Flow diagram according to the diagram of PRISMA.

MCI, mild cognitive impairment; RCT, randomized controlled trial.

Year of publication

Analysis by year showed that 21 studies used acupuncture to treat MCI from 2009 to 2017 (Fig. 2).

Fig. 2.

Analysis of the number of articles published.

Sample size of study

The total number of patients in the experimental group and control groups was analyzed. Of the 21 studies, 5 studies (24%) had less than 50 patients, 11 studies (52%) had 50 to 100 patients, 3 studies (14%) had 100 to 200 patients, and 2 studies (10%) had more than 200 patients (Fig. 3).

Fig. 3.

A depiction of the sample sizes recruited in the RCT’s. RCT, randomized controlled trial.

Treatment number of times and period

The number of acupuncture treatments ranged from 10 to 48, with 24 and 30 treatments being the most common. When expressed as a range, there was 1 study (5%) with 10 to 20 treatments, 8 studies (38%) with 20 to 30 treatments, 6 studies (28%) with 30 to 40 treatments, and 6 studies (29%) with 40 to 50 treatments (Fig. 4).

Fig. 4.

Analysis of the number of treatment used in the RCT’s. RCT, randomized controlled trial.

The most frequent treatment period was 56 days which was observed in 7 studies (33%), This was followed by 28 days and 30 days which were used in 5 studies each (24%), 45 days in 1 study (5%), and 3 months in 3 studies (14%; Fig. 5).

Fig. 5.

Analysis of the duration of the treatment period.

Evaluation index

In a single study at least 1 evaluation indicator was used and at the most 7 were used. A total of 1,610 patients were evaluated for 16 evaluation indices, in a total of 21 studies. There were 17 studies that used the mini mental state examination (MMSE) as the evaluation index. There were 15 studies that used the Montreal cognitive assessment (MoCA), 4 studies that used the activities of daily living (ADL), 3 studies that used Wechsler memory scale (WMS), clock drawing test (CDT), magnetic resonance imaging (MRI), 2 studies that used event-related potentials (ERP), clinical memory scale (CMS), respectively, and 8 other evaluation indices were used once for each scoring scale (Fig. 6).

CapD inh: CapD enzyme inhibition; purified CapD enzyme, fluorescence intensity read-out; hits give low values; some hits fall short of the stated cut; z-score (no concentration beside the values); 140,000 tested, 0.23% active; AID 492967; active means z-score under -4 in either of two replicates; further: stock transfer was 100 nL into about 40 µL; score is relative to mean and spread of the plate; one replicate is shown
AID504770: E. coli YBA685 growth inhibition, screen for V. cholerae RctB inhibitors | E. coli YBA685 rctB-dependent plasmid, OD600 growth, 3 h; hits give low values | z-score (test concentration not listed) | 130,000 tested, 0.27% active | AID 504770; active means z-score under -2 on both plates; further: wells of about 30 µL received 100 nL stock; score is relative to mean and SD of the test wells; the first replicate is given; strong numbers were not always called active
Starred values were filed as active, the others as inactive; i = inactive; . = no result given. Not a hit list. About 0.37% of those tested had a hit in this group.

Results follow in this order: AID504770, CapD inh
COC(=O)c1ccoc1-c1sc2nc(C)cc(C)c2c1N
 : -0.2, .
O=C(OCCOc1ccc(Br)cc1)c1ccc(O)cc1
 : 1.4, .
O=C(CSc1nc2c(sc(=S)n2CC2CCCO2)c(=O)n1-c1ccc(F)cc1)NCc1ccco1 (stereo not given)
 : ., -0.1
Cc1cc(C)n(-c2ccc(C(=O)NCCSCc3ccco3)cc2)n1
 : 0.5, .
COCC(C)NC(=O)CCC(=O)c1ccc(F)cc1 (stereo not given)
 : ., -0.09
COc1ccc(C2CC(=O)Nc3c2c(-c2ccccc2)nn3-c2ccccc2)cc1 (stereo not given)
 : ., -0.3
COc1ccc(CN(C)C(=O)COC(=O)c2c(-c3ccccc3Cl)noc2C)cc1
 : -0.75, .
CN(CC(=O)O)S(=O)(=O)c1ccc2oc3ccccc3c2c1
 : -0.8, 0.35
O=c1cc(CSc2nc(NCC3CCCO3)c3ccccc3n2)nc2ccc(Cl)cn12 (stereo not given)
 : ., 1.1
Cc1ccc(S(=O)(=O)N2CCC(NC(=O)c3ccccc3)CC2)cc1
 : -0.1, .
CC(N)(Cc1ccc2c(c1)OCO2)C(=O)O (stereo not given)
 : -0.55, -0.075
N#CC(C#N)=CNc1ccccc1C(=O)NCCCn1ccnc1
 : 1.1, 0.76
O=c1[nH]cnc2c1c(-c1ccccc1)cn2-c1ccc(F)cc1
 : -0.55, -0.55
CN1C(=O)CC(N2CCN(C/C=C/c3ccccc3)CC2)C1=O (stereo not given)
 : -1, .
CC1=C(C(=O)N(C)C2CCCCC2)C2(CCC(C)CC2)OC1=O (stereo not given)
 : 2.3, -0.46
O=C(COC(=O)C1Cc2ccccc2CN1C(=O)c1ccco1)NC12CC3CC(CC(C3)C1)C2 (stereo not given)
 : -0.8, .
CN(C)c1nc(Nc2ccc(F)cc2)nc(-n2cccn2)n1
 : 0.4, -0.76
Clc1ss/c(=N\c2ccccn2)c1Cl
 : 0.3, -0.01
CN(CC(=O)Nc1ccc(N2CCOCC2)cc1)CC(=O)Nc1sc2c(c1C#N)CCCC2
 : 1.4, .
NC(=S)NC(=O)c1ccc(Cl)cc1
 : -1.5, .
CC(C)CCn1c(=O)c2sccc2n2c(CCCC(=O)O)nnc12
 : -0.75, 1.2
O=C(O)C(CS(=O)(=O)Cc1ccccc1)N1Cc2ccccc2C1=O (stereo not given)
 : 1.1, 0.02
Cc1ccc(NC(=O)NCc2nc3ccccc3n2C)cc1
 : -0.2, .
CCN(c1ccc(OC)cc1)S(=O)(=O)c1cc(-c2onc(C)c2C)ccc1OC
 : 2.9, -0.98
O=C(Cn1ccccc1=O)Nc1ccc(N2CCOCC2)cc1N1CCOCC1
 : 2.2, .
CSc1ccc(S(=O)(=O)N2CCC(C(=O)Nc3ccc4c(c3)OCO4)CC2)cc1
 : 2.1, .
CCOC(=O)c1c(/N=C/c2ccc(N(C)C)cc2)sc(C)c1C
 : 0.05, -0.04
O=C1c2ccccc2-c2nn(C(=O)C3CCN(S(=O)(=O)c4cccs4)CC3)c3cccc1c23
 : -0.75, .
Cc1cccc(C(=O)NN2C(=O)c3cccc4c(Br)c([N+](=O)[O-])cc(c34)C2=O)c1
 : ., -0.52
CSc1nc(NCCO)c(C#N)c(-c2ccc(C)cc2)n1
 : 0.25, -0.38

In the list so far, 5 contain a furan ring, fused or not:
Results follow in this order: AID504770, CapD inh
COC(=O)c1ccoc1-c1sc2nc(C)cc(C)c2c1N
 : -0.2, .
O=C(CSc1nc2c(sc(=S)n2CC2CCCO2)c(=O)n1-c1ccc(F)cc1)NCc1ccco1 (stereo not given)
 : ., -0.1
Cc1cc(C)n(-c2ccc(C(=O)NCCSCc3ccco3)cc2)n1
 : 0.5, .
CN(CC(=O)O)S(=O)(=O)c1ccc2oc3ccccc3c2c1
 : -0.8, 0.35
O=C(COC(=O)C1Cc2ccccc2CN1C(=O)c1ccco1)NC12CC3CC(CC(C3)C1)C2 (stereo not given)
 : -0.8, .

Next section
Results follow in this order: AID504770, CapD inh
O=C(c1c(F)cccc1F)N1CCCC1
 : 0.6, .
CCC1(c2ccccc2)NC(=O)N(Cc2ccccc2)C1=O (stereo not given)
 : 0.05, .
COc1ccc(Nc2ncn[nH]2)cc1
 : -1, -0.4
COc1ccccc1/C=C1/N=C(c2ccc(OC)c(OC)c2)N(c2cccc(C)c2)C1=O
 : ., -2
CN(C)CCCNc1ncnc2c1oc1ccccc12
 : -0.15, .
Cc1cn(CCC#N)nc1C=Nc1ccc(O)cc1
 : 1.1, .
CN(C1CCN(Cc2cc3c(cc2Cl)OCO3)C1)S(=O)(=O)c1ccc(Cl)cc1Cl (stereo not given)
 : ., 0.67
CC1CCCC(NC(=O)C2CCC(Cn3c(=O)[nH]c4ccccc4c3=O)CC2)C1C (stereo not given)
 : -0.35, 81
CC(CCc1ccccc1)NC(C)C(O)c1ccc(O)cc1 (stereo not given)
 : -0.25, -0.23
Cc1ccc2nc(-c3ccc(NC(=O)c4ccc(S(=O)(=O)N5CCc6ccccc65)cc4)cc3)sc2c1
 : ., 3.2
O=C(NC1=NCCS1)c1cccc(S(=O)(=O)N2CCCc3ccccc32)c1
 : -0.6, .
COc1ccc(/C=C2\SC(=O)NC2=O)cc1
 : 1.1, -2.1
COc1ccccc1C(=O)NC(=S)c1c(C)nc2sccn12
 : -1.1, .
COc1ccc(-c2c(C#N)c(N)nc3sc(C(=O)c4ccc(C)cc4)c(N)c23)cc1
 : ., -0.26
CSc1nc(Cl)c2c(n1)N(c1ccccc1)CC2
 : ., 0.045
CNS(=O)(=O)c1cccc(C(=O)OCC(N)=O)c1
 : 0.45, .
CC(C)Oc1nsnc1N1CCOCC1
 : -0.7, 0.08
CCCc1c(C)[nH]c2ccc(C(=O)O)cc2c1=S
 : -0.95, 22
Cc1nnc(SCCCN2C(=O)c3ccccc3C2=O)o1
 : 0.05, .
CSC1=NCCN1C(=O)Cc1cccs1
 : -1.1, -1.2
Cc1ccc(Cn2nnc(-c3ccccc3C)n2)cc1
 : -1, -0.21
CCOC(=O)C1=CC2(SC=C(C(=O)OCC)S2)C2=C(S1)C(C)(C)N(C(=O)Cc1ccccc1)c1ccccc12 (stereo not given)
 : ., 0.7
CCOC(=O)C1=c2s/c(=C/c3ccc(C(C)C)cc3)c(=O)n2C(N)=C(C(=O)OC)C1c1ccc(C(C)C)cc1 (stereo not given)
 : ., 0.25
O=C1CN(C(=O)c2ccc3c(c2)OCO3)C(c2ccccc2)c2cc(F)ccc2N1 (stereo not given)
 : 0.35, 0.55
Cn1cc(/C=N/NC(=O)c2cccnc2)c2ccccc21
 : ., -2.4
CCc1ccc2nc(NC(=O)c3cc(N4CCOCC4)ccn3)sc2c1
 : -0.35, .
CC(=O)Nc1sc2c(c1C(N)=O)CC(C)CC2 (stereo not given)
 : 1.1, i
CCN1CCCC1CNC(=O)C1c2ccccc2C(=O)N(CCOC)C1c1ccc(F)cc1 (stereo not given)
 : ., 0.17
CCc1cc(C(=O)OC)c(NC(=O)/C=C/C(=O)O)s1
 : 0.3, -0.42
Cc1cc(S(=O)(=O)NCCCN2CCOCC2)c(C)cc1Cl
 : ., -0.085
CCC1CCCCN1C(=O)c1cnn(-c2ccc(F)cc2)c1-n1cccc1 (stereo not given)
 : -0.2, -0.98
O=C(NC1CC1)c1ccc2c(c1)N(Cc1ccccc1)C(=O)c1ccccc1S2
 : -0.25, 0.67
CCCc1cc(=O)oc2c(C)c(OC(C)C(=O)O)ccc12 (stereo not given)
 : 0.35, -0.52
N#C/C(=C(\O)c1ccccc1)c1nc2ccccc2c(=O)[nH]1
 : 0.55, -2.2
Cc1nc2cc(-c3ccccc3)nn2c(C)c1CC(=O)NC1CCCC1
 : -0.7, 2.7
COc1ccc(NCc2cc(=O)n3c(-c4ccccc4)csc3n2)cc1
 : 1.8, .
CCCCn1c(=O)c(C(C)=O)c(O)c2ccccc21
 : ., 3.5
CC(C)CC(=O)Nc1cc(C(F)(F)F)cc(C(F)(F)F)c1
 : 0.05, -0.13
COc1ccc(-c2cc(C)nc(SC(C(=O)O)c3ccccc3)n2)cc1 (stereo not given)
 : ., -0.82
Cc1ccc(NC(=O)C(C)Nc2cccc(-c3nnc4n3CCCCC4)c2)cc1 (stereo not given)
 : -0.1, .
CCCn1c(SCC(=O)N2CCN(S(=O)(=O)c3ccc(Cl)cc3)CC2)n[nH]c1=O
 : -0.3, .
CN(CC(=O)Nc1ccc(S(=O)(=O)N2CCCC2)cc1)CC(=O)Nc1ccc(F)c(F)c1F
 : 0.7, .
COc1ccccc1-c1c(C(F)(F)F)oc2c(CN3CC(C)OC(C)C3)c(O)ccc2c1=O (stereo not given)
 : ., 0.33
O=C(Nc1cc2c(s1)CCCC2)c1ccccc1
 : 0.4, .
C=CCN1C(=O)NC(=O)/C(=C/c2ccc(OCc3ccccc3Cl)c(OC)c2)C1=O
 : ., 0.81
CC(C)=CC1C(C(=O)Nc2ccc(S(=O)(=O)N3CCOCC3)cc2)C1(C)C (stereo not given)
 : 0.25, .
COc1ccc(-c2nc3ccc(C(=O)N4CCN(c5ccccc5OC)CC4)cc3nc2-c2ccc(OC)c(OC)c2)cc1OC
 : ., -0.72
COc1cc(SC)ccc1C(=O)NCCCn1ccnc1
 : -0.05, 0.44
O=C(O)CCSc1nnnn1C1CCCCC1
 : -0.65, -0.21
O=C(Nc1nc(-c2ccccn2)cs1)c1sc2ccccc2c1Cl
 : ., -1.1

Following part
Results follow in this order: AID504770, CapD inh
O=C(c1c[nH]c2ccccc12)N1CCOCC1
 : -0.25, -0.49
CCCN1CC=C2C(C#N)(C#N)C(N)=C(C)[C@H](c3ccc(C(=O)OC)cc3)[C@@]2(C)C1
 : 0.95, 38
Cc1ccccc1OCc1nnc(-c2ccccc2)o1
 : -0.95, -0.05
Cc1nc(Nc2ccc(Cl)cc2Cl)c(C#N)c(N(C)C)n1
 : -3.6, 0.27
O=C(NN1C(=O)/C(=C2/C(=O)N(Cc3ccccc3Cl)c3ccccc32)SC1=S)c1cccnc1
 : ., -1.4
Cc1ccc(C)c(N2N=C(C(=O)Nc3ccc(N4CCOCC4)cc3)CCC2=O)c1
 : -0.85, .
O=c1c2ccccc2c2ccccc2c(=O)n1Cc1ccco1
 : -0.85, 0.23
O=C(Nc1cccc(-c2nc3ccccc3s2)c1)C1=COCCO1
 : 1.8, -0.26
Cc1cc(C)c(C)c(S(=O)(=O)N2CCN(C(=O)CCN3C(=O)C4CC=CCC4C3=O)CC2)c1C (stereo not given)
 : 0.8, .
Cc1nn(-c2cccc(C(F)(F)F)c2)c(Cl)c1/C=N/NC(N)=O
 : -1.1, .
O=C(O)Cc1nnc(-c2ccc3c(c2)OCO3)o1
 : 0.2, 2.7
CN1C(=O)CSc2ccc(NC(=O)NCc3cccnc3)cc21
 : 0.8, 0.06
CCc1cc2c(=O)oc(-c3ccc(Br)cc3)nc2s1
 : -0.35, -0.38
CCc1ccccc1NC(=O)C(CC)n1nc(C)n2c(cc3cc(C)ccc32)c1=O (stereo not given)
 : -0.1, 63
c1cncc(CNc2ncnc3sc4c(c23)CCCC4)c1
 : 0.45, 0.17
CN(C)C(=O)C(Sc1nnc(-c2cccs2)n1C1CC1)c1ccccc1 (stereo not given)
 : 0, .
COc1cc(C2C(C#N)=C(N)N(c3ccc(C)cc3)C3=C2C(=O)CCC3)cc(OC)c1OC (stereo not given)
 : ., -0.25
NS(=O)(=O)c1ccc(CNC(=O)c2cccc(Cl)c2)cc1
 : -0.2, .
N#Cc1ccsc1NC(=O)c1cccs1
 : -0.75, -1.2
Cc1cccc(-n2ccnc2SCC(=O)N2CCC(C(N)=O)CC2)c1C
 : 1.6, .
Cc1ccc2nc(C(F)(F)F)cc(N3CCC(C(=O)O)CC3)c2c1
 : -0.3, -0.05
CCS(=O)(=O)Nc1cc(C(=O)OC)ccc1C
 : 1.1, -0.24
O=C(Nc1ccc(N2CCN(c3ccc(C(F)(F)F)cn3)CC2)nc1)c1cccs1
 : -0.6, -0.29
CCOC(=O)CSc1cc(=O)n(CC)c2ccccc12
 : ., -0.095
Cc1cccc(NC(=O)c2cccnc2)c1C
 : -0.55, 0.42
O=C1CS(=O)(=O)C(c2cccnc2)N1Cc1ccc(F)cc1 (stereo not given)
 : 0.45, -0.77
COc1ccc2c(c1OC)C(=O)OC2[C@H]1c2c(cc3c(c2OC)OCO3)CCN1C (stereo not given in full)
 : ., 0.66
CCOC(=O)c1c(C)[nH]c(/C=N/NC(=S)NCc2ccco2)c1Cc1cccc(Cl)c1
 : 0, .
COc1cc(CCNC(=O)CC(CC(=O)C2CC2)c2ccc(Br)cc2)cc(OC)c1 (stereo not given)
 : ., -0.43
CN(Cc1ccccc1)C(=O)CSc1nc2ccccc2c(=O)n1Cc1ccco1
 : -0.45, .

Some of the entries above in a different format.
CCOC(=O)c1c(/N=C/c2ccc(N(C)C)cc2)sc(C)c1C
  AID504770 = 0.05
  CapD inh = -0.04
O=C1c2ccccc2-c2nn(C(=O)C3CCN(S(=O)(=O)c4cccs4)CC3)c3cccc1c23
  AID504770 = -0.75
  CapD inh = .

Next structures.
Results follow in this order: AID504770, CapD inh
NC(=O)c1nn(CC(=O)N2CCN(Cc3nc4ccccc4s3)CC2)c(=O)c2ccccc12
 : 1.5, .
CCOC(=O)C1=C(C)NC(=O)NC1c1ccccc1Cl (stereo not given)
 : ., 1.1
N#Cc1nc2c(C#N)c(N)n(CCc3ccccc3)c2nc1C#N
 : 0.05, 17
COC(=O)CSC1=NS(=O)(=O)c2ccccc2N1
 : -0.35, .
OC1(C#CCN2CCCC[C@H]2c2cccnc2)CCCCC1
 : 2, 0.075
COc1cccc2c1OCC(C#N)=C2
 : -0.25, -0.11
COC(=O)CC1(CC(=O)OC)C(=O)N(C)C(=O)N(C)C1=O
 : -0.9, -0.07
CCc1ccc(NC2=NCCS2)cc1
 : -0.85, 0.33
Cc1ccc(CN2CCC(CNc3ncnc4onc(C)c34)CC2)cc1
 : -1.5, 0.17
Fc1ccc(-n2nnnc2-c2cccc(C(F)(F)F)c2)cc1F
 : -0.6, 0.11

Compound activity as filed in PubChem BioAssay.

Fig. 6.

Analysis of the frequency and type of evaluation index performed.

ADL, activities of daily living; CDT, clock drawing test; CMS, clinical memory scale; ERP, event-related potentials; MMSE, mini mental state examination; MoCA, Montreal cognitive assessment; MRI, magnetic resonance imaging; WMS, Wechsler memory scale.

Analysis of acupuncture treatment

There were 17 studies that used acupoints and the most frequently used acupoint was Baihui (GV20), which was used in 14 studies. Sishencong (EX-HN 1) and Fengchi (GB20) were used in 11 studies, Shenting (GV24) in 10, Taixi (KI3) in 7, Shenyu (BL23) in 6, Neiguan (PC6) in 5, Xuanzhong (GB39) in 4, and Sanyinjiao (SP6) and Taichong (LR3) were used in 3 studies. The acupoints were used 1 or 2 times, and over the course of treatment the acupoints were used 23 times in total (Fig. 7).

Fig. 7.

Analysis of the frequency of acupoints used to treat MCI. MCI, mild cognitive impairment.

In the 17 studies that used acupoints, the needle retention times were 30 minutes in 10 studies, 20 minutes in 3 studies, 40 minutes in 3 studies and 6 hours in 1 study (Fig. 8).

Fig. 8.

Analysis of needle retention time across the RCT’s. RCT, randomized controlled trial.